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December 14, 2017

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A boxer’s quandary: Do I want my son to follow my footsteps into the ring?


Steve Marcus

Mike McCallum Jr., a Silverado High School student, listens to his father during a workout at Johnny Tocco’s Boxing Gym Thursday, May 9, 2013. Mike McCallum Sr., known as the “Body Snatcher” for his fierce body punching, won world titles in three weight divisions.

Like Father, Like Son: Boxing McCallums

Mike McCallum Jr., a Silverado High School student, wraps his hands before a workout with his father at Johnny Tocco's Boxing Gym Thursday, May 9, 2013.  Mike McCallum Sr., known as the Launch slideshow »

Prize fighter Mike McCallum would hold his 1-year-old son on his shoulder as the boy’s bowed legs, wrapped in plastic braces, dangled in front of him. He feared that his boy would never follow him into the ring.

The sight pained the father, a Hall of Famer known back in the day as “the Body Snatcher.”

Mike Sr. and his wife, Verona, had fed their infant son whatever he wanted. He gained too much weight, burdening his undeveloped legs and pushing the bones outward.

The father dreamed of one day developing his son into an athletic powerhouse, with quickness and stamina, but these days, he could barely watch his little boy walk in the family’s Henderson home with short, rigid steps, like how a duck waddles.

The father acknowledged the conflicted future: Yes, he wanted his son to grow into a fighter, a rough career. But look at the toddler now. So the father’s challenge was to help his son recover from his overweight infancy and become strong — so he could enter a boxing ring, where opponents would try to harm him.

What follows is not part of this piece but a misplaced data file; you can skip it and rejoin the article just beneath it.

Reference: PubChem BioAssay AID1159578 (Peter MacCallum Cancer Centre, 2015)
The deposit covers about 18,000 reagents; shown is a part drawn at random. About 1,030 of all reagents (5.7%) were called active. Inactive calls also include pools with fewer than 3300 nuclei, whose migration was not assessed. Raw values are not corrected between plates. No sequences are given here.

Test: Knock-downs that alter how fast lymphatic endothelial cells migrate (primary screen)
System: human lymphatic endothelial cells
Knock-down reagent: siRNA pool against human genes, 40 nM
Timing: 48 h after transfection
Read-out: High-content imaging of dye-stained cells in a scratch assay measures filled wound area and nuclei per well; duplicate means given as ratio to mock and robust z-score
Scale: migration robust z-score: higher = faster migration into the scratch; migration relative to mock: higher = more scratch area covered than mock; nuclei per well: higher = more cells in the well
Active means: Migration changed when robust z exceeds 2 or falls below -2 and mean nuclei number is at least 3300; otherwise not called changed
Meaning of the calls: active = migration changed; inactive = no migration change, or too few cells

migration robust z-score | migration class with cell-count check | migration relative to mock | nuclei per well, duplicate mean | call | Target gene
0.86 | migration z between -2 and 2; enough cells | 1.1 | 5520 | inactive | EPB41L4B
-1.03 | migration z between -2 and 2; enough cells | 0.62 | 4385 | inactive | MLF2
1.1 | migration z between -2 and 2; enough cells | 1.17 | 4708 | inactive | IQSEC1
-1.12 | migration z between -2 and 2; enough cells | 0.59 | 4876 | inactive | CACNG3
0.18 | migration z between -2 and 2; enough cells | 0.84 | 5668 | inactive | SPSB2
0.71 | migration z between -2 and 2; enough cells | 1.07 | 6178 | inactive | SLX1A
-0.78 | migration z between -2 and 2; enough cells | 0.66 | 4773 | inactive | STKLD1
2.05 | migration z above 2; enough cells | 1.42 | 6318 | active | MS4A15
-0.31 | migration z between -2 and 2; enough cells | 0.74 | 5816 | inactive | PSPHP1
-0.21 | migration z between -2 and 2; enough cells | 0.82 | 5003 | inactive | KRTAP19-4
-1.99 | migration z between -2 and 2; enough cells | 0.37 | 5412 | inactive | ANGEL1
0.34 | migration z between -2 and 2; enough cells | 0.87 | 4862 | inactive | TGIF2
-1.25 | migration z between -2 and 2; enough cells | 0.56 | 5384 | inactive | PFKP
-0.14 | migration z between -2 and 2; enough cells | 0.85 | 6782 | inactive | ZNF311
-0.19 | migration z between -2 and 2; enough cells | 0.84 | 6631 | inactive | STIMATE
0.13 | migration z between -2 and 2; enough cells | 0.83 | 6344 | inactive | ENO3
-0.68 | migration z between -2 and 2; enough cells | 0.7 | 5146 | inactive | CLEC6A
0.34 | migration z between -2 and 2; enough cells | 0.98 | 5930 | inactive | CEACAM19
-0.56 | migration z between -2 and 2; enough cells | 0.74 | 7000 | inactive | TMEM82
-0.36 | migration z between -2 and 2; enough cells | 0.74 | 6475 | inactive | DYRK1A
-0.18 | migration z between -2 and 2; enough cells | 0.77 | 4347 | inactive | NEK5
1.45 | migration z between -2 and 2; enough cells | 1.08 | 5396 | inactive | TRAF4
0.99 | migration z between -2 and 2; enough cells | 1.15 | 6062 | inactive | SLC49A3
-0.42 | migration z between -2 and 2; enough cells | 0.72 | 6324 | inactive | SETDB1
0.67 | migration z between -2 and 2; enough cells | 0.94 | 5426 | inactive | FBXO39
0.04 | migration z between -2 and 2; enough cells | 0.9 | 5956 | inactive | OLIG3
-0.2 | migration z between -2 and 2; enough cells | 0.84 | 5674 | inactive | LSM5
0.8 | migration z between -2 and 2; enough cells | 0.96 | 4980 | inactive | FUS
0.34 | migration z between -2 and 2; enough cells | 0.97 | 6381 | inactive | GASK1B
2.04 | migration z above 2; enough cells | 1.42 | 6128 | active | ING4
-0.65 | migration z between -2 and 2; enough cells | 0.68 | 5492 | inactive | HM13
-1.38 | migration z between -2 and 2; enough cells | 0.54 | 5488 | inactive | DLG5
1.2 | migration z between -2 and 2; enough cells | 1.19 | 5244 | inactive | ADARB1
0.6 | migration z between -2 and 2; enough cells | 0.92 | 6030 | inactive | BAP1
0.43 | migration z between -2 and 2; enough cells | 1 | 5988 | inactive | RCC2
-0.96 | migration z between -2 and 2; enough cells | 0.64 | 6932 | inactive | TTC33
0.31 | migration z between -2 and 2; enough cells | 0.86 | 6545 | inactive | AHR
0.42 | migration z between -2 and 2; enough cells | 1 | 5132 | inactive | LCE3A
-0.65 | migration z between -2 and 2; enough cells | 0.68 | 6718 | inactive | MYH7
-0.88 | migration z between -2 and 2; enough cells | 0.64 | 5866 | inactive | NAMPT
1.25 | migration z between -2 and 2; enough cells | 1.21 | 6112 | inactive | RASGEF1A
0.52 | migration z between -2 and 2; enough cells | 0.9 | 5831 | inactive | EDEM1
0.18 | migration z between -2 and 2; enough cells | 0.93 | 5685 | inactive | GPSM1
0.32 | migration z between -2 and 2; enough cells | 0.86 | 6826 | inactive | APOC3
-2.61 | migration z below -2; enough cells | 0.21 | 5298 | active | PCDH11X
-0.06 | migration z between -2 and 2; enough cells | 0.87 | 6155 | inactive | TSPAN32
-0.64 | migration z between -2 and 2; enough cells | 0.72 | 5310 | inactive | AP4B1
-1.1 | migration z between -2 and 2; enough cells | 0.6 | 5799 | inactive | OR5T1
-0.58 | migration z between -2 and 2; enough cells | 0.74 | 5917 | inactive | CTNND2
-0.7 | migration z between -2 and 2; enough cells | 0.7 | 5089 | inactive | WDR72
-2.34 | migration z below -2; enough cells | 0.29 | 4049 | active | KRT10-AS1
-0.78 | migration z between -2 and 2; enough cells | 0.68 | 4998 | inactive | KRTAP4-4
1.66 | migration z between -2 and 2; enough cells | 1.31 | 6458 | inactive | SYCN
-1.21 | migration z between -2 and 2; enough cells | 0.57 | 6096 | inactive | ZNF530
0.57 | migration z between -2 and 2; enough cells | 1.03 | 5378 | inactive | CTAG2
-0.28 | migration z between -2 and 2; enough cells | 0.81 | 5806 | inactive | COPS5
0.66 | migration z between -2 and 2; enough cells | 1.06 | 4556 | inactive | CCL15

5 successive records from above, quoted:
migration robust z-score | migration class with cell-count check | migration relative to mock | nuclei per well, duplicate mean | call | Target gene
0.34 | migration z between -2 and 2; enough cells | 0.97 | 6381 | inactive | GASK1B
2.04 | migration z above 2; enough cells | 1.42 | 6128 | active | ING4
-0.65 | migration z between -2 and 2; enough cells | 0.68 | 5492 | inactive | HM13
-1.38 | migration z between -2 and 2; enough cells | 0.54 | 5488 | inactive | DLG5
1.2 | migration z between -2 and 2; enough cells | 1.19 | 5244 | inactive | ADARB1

The 16-year-old boy faces his father, gloves raised above muscled arms, chin tucked, eyes wide open, his forehead creased in concentration. His father holds a large pad strapped to each hand, worn with the heavy imprint of many punches.

This is a place they’re comfortable together, father and son. Mike Sr. and Mike Jr. They come here to Johnny Tocco’s boxing gym six days a week, a gnarled old nook of boxing that used to welcome fighters such as Sonny Liston and Muhammad Ali. Others are immortalized in custom murals on the brick wall outside.

The father’s face is expressionless. The son stands with his right foot forward, just more than shoulder-width apart.

He flings a jab into the mitt, making a loud snap. It is the sound of a punch delivered with the whole of his 5-foot-6, 158-pound body: shoulder, arm, hips and muscled legs. He throws his left jab a second time. Snap! And three more in quick succession, with a right hand close behind.

The final punch is the hardest and loudest, a sort of coda to his driving force.

The pair circle each other. The 55-year-old man, heavy shouldered and thick through the middle, sweat bleeding through his white T-shirt; the son, a head shorter, quick but unhurried. And his once-burdened feet? Now they move fast from side to side — quickly in, quickly out.

The whooshes and thuds from the boy’s punches join in the din of the jump ropes slapping the cement floor and the nearby shouts of coaches instructing their fighters.

The father suddenly stops. He demonstrates a move, a counter punch, one he has used many times himself.

The boy practices it, standing with his hands by his waist, head forward, a challenge to an imaginary opponent to strike him with his defense down. As the imaginary punch comes in, his head bobs to the side and his right hand flies toward the target. Perfect. He pulls back the jab with a snap and then counter punches again. Perfect.

For three rounds, three minutes each round, they work, and they are silent. They know what work needs to be done — that jab that can dictate a fight and bloody an opponent.

Here they practice the basics, where Senior has his son throw the same punch, over and over. Until he does it right; until he does it his way.